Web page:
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Potency of HIV-2-specific antibodies increase in direct association with loss of memory B cells

Rocha, Cheilaa,b; Duarte, Joanaa; Borrego, Pedroa,c; Calado, Ritaa; Marcelino, José Mariad; Tendeiro, Ritab,e; Valadas, Emíliaf; Sousa, Ana Espadab; Taveira, Nunoa,c

doi: 10.1097/QAD.0000000000001661
Research Letter
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Potent HIV-neutralizing antibodies are critical for vaccination and viral reservoir control. High levels of neutralizing antibodies characterize HIV-2 infection, a naturally occurring model of attenuated HIV disease with low-to-undectable viremia. We found that HIV-2-specific antibody potency increased in direct association with the loss of both switched and unswitched memory B cells in untreated HIV-2 infection. Thus, HIV antibody affinity maturation is linked to memory B-cell exhaustion even in reduced viremia settings.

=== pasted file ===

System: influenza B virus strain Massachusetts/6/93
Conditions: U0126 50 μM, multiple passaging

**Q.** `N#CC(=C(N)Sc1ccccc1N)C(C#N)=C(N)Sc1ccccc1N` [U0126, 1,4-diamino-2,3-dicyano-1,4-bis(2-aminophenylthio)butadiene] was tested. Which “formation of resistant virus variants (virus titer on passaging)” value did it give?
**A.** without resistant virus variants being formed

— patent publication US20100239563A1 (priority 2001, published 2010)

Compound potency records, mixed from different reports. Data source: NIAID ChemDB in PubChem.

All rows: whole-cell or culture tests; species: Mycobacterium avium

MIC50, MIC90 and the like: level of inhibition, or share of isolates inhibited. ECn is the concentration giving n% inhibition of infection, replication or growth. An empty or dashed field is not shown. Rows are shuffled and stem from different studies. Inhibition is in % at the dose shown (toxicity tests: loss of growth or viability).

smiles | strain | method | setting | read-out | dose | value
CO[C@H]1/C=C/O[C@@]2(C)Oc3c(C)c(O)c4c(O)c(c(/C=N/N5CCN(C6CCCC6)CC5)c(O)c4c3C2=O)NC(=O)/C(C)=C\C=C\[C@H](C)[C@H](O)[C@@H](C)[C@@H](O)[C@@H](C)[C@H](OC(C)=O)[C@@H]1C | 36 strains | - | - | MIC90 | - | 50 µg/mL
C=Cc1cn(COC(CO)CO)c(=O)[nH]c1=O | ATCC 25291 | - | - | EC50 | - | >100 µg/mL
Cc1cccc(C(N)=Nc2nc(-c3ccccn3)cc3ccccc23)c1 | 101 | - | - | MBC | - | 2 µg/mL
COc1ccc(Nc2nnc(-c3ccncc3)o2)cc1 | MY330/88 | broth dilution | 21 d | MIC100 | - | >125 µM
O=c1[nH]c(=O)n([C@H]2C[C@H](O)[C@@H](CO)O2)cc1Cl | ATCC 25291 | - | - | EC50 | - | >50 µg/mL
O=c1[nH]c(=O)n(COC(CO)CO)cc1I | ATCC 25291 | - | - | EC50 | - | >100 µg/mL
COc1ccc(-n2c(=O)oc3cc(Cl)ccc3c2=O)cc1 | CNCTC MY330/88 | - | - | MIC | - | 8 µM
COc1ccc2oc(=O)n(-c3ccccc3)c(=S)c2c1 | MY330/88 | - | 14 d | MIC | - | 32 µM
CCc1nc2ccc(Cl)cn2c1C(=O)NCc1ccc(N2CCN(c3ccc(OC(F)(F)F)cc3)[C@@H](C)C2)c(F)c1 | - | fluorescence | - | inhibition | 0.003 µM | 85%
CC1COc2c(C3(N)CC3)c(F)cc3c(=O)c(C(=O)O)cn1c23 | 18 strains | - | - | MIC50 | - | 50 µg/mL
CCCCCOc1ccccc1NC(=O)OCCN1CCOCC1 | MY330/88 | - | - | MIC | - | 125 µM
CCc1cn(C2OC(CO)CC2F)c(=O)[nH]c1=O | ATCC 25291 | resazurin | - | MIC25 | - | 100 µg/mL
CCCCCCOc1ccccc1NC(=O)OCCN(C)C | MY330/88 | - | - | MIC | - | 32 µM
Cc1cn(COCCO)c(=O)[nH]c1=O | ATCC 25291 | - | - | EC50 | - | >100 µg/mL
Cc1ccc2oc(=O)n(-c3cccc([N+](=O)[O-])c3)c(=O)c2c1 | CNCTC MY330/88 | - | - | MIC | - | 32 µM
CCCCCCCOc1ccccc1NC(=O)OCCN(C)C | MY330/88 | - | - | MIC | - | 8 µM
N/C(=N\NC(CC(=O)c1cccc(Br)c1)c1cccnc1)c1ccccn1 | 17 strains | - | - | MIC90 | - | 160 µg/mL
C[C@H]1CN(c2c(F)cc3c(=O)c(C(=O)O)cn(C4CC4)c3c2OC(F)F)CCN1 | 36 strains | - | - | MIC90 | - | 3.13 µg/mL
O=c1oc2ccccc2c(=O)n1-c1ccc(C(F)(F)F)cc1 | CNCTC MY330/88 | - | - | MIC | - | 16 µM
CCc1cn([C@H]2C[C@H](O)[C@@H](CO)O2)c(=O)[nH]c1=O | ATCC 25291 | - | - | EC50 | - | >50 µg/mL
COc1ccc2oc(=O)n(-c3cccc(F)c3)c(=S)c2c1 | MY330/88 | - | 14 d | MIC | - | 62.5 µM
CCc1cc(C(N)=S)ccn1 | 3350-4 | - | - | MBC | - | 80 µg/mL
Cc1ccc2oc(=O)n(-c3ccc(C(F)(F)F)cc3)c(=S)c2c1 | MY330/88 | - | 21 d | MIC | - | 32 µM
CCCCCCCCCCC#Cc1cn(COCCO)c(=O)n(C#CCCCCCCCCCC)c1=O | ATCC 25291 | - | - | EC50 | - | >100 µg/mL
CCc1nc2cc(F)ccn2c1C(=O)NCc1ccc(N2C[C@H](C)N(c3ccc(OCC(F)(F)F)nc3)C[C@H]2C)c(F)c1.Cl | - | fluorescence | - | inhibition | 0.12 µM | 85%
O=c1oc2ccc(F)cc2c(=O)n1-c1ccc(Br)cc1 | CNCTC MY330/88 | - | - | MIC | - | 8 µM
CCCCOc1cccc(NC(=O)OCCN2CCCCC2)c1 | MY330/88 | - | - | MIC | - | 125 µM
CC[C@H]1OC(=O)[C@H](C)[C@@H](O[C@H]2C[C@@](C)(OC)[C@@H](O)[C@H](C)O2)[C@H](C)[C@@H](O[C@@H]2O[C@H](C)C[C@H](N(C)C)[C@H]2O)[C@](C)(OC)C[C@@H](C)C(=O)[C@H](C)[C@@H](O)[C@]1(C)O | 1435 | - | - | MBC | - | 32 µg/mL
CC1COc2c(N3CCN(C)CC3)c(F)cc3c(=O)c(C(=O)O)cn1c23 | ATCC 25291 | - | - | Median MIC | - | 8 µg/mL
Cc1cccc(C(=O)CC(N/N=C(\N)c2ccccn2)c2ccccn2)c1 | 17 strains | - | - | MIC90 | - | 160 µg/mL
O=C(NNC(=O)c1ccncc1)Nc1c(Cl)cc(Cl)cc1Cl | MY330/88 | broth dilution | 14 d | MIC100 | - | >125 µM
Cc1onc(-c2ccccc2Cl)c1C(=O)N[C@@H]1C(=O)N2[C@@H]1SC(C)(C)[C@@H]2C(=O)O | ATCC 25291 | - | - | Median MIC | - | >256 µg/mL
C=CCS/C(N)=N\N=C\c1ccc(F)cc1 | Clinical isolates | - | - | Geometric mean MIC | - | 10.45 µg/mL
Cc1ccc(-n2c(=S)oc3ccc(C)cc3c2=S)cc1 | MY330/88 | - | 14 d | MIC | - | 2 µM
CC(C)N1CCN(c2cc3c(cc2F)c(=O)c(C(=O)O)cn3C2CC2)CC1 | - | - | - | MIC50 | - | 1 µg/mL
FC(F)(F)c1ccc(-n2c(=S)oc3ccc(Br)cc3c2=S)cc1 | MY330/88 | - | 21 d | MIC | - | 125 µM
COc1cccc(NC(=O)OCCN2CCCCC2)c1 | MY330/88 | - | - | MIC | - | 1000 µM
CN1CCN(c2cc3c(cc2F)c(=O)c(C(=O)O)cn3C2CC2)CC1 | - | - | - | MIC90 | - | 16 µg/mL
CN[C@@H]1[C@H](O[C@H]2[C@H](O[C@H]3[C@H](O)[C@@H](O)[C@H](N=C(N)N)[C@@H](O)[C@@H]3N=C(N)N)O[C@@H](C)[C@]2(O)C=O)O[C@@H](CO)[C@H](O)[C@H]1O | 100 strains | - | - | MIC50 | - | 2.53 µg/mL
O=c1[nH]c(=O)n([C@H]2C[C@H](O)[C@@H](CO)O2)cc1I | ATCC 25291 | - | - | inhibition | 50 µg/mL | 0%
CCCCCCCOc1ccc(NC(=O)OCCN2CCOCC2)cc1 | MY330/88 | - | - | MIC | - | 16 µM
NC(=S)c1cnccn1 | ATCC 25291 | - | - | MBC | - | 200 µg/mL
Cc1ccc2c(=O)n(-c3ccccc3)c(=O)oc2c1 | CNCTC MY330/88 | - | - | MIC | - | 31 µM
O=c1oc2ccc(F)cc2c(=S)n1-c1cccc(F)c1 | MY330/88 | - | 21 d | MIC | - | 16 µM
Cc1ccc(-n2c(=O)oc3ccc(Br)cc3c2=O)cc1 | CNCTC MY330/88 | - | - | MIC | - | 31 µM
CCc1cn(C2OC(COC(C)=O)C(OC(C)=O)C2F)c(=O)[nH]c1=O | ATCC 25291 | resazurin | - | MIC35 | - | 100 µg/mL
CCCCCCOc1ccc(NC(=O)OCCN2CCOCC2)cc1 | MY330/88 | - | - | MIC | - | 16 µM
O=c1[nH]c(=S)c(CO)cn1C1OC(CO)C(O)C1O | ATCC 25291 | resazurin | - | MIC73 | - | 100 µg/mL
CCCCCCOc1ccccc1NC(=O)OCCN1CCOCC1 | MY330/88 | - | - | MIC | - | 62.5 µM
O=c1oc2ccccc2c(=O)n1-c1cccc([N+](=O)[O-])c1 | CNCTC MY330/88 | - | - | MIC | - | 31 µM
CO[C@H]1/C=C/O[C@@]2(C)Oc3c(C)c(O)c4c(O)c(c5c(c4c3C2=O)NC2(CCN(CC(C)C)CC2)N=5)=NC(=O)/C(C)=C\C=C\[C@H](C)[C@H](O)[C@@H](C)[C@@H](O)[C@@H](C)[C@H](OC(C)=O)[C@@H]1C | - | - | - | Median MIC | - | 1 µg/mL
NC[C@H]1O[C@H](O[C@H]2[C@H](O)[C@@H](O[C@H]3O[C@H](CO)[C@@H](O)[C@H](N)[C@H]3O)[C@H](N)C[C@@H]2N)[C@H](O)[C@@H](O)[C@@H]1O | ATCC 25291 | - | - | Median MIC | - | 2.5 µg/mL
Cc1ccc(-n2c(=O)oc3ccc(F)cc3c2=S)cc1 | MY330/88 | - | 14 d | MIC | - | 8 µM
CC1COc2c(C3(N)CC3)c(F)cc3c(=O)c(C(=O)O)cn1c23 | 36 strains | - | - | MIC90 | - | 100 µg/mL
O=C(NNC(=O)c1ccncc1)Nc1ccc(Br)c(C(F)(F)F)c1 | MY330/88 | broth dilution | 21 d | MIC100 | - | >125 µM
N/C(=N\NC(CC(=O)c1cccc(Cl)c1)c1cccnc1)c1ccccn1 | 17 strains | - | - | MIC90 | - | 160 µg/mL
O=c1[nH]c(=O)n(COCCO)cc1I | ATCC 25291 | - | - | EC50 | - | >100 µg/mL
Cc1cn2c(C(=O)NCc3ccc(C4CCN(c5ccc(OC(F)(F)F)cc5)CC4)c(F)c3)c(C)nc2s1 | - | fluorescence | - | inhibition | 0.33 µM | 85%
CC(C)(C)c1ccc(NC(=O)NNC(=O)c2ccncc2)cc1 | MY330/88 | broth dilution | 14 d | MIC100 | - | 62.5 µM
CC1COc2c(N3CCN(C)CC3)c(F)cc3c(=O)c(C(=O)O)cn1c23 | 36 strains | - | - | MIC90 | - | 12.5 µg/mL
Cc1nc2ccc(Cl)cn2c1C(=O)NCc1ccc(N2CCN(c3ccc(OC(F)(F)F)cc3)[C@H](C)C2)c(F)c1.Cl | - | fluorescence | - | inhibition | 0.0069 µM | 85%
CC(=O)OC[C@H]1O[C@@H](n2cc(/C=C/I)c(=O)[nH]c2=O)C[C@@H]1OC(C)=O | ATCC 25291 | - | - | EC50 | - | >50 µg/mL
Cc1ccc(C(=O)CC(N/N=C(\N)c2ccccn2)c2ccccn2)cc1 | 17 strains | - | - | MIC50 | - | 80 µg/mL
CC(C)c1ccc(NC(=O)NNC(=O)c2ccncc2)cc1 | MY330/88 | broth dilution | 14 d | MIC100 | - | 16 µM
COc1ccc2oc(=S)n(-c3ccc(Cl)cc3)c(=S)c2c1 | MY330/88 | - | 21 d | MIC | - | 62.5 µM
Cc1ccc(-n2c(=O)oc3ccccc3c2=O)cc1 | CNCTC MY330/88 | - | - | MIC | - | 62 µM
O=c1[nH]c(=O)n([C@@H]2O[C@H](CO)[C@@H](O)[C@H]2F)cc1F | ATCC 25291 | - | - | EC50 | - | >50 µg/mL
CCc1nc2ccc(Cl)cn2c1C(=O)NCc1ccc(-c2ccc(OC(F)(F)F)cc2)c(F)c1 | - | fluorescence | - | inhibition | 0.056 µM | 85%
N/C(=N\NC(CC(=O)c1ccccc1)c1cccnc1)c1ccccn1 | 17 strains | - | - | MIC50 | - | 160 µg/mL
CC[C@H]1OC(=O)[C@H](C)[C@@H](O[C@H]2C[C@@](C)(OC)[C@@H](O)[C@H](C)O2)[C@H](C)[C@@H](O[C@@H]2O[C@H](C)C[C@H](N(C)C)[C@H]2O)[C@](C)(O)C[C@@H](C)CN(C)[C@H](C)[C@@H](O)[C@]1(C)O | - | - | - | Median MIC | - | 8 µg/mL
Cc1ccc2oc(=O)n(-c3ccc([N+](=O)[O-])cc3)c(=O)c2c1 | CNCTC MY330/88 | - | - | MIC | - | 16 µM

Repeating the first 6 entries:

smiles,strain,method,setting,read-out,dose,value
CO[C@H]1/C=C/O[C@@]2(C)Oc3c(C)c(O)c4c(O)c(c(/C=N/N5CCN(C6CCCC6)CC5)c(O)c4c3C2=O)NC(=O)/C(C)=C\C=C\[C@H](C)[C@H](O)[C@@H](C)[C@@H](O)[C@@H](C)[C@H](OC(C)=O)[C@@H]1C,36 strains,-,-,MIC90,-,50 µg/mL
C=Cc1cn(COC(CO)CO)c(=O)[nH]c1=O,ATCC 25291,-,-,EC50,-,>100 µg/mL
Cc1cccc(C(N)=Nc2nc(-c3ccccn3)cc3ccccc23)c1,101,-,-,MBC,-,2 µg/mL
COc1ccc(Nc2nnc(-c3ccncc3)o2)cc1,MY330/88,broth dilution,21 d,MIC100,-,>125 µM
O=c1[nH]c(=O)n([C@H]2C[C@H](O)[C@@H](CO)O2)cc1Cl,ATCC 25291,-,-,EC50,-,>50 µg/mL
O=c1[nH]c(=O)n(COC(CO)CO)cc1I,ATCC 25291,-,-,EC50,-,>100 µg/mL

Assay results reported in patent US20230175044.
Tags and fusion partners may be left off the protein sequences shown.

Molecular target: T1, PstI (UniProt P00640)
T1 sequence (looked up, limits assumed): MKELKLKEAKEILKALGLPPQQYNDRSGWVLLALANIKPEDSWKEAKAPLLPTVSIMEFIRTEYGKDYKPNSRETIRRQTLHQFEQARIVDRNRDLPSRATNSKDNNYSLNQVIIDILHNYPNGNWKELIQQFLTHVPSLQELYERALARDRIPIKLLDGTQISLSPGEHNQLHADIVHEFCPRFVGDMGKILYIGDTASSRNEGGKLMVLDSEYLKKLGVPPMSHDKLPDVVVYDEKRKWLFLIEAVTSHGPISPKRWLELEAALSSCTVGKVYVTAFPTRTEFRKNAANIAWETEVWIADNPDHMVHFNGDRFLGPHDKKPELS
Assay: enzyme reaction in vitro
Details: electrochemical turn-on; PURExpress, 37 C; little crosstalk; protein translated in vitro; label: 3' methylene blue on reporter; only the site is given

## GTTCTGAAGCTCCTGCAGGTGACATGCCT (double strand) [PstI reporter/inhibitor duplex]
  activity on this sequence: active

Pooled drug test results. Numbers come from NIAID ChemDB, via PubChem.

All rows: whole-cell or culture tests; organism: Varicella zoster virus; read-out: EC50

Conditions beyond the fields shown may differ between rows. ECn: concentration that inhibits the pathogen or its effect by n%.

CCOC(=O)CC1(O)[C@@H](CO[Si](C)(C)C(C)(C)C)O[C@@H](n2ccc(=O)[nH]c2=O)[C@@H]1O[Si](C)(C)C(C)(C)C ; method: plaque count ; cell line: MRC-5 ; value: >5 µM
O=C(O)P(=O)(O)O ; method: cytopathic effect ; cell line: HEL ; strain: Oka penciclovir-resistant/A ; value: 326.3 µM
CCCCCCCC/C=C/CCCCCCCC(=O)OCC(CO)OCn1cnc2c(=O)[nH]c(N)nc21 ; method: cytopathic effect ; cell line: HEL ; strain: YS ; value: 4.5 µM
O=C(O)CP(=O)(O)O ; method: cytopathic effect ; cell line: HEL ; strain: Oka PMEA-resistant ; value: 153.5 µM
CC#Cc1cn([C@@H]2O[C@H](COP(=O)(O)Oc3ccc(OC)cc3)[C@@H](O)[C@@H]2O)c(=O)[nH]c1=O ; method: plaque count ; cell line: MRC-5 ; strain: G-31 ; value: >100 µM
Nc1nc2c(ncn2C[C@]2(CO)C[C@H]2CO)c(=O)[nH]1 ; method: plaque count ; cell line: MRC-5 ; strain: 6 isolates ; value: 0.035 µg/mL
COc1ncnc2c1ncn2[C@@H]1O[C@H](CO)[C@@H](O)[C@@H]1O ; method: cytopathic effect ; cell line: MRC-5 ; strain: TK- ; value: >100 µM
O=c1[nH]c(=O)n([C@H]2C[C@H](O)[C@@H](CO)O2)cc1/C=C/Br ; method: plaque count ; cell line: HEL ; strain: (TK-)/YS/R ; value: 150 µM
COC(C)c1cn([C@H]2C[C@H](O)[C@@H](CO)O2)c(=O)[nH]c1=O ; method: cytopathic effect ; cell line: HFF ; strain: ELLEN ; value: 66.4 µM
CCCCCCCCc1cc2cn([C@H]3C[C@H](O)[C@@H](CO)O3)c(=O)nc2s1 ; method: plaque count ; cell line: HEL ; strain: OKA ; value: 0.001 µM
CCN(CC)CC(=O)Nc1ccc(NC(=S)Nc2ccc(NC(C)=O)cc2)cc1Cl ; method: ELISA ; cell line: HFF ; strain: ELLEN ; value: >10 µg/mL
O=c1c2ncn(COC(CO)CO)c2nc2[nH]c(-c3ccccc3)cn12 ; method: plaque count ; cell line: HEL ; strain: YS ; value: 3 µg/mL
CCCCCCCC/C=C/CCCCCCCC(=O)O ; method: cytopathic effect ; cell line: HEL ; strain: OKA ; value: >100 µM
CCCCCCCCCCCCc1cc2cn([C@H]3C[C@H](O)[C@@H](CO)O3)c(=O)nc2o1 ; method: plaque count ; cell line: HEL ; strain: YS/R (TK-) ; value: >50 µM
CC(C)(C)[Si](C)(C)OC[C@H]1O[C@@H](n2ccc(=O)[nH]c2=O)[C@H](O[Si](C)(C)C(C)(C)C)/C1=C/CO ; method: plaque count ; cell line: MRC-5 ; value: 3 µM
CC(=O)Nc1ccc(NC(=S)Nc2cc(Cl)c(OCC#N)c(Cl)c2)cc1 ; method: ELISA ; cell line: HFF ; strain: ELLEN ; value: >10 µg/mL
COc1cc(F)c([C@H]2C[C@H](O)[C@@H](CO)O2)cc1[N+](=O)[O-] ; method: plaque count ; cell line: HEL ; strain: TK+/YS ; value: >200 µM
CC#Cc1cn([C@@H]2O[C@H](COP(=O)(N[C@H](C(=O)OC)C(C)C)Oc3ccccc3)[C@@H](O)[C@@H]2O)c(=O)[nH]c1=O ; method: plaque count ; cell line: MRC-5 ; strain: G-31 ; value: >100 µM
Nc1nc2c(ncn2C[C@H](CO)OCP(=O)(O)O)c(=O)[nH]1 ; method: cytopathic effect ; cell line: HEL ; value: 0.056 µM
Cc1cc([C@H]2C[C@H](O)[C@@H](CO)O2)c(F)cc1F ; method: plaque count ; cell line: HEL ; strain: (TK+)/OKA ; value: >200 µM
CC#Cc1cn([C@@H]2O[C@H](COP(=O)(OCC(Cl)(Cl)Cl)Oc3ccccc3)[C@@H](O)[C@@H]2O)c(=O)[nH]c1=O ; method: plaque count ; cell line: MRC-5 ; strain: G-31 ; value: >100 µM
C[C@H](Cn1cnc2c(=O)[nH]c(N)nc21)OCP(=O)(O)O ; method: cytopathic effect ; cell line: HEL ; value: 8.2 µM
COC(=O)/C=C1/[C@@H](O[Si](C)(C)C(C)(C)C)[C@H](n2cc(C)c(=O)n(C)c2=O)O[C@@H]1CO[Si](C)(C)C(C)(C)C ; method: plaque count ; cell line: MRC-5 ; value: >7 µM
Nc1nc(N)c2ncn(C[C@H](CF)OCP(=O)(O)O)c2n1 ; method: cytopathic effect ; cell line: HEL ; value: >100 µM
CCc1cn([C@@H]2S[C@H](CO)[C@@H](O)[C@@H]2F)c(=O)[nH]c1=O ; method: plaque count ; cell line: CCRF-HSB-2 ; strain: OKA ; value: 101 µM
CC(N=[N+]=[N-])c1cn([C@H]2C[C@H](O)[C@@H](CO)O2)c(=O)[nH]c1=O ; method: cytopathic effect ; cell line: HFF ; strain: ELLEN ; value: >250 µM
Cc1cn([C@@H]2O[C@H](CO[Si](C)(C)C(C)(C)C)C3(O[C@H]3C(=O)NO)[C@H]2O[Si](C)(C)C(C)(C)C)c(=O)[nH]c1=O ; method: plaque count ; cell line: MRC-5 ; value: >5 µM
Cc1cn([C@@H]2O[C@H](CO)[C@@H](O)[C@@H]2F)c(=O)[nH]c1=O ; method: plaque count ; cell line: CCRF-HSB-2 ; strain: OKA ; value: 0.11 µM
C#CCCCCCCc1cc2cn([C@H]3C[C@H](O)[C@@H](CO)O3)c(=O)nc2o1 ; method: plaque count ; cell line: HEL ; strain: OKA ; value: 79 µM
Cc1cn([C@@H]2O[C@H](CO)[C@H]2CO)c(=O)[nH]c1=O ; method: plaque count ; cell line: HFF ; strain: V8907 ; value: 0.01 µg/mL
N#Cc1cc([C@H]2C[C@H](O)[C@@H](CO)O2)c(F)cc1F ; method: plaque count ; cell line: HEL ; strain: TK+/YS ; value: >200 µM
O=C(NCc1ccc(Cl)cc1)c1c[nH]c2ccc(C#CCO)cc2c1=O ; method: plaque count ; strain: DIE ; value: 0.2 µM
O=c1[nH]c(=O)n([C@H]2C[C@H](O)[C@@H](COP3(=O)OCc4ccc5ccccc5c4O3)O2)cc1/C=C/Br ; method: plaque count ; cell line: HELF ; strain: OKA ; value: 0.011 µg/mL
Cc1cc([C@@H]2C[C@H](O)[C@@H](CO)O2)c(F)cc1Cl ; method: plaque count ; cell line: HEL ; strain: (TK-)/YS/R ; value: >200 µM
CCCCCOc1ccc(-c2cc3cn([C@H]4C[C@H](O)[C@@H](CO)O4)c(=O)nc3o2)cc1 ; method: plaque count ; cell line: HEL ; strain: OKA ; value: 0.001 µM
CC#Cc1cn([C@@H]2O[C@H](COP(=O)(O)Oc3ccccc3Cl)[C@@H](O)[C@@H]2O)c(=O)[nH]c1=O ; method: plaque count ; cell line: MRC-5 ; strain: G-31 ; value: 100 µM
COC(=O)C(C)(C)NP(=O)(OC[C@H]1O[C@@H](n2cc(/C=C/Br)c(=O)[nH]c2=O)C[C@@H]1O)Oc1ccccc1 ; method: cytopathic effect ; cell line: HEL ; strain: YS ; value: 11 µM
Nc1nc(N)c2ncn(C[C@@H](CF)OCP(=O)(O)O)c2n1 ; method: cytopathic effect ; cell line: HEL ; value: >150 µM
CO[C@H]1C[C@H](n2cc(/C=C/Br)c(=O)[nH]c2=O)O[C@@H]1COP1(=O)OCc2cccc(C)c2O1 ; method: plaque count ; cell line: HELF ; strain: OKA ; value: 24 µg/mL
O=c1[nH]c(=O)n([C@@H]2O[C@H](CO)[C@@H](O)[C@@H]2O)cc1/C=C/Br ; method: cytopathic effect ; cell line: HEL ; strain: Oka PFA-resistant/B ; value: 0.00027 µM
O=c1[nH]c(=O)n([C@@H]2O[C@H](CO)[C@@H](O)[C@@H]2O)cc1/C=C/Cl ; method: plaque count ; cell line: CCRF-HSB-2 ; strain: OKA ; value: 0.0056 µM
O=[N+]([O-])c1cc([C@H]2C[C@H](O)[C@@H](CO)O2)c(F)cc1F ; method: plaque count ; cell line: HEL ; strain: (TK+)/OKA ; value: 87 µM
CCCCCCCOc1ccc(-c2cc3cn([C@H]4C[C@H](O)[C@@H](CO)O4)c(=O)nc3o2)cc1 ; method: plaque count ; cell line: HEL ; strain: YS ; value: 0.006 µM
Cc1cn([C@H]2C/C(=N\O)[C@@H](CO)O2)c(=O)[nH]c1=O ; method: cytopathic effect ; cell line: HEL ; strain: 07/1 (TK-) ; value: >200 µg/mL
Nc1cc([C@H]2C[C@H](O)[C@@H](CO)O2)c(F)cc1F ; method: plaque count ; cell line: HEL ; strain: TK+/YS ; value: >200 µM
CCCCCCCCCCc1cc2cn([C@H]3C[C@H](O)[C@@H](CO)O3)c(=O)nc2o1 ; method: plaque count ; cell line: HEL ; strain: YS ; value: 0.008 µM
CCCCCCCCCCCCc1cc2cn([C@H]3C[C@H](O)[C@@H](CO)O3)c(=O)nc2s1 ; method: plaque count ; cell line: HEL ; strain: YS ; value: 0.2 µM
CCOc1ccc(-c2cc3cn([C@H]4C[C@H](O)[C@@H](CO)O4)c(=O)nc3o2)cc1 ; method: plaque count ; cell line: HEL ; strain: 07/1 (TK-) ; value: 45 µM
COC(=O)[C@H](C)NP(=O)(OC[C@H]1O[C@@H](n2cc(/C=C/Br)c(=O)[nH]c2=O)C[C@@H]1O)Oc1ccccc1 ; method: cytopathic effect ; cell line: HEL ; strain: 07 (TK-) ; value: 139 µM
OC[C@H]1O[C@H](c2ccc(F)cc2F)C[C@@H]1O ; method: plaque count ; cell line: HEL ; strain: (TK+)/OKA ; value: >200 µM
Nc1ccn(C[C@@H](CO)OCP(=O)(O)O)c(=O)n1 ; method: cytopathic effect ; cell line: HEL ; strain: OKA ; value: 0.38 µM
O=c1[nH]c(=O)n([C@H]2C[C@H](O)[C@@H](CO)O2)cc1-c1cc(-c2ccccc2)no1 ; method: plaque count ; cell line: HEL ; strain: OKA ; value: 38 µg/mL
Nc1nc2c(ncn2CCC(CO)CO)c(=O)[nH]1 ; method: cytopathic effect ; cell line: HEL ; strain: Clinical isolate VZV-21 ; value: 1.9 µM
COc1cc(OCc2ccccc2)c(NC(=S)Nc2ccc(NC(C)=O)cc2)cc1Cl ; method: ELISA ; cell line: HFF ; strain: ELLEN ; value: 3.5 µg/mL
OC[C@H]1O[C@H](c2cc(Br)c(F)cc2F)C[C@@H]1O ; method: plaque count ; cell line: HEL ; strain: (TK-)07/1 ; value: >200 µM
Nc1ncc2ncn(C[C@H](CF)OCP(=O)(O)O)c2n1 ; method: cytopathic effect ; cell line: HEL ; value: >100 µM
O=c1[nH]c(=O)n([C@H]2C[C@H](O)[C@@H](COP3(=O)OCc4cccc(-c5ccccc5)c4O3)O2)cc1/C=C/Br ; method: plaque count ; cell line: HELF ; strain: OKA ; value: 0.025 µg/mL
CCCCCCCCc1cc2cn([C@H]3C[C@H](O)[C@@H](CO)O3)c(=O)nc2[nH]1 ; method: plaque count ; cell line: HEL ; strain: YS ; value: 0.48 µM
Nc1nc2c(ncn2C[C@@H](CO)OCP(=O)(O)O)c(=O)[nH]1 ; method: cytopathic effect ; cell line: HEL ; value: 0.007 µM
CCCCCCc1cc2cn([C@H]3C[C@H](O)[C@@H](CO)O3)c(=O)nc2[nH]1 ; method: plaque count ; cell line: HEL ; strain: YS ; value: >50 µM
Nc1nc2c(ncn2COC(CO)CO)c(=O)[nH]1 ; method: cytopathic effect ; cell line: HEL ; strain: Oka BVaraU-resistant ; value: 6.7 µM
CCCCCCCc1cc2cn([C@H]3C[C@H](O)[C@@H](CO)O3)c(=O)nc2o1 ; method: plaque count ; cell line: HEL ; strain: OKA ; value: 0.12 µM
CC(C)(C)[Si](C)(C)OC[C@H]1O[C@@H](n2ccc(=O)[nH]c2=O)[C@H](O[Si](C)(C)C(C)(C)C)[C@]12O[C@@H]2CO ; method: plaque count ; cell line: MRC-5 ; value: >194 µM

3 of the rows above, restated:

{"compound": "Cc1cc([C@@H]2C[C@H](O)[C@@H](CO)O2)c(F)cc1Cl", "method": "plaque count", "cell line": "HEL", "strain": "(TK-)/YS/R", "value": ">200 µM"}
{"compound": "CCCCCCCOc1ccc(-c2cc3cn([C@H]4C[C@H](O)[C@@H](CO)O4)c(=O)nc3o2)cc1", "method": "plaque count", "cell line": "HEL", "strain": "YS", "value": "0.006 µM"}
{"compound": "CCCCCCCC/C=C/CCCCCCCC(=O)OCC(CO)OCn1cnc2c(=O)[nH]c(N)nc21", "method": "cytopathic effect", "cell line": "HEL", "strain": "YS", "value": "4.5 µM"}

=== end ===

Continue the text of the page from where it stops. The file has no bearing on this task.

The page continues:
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aHIV Evolution, Epidemiology and Prevention, Research Institute for Medicines/Instituto de Investigação do Medicamento (iMed.ULisboa), Faculdade de Farmácia, Universidade de Lisboa, Lisbon, Portugal

bInstituto de Medicina Molecular, Faculdade de Medicina, Universidade de Lisboa, Lisbon

cCentro de Investigação Interdisciplinar Egas Moniz (CiiEM), Instituto Superior de Ciências da Saúde Egas Moniz, Almada

dInstituto de Higiene e Medicina Tropical, Universidade Nova de Lisboa (IHMT, UNL), Lisbon, Portugal

eDivision of Infection and Immunity, UCL Institute of Immunity and Transplantation, London, UK

fServiço de Doenças Infecciosas, Faculdade de Medicina, Centro Hospitalar Lisboa Norte, Clínica Universitária de Doenças Infecciosas, Hospital de Santa Maria, Universidade de Lisboa, Lisbon, Portugal.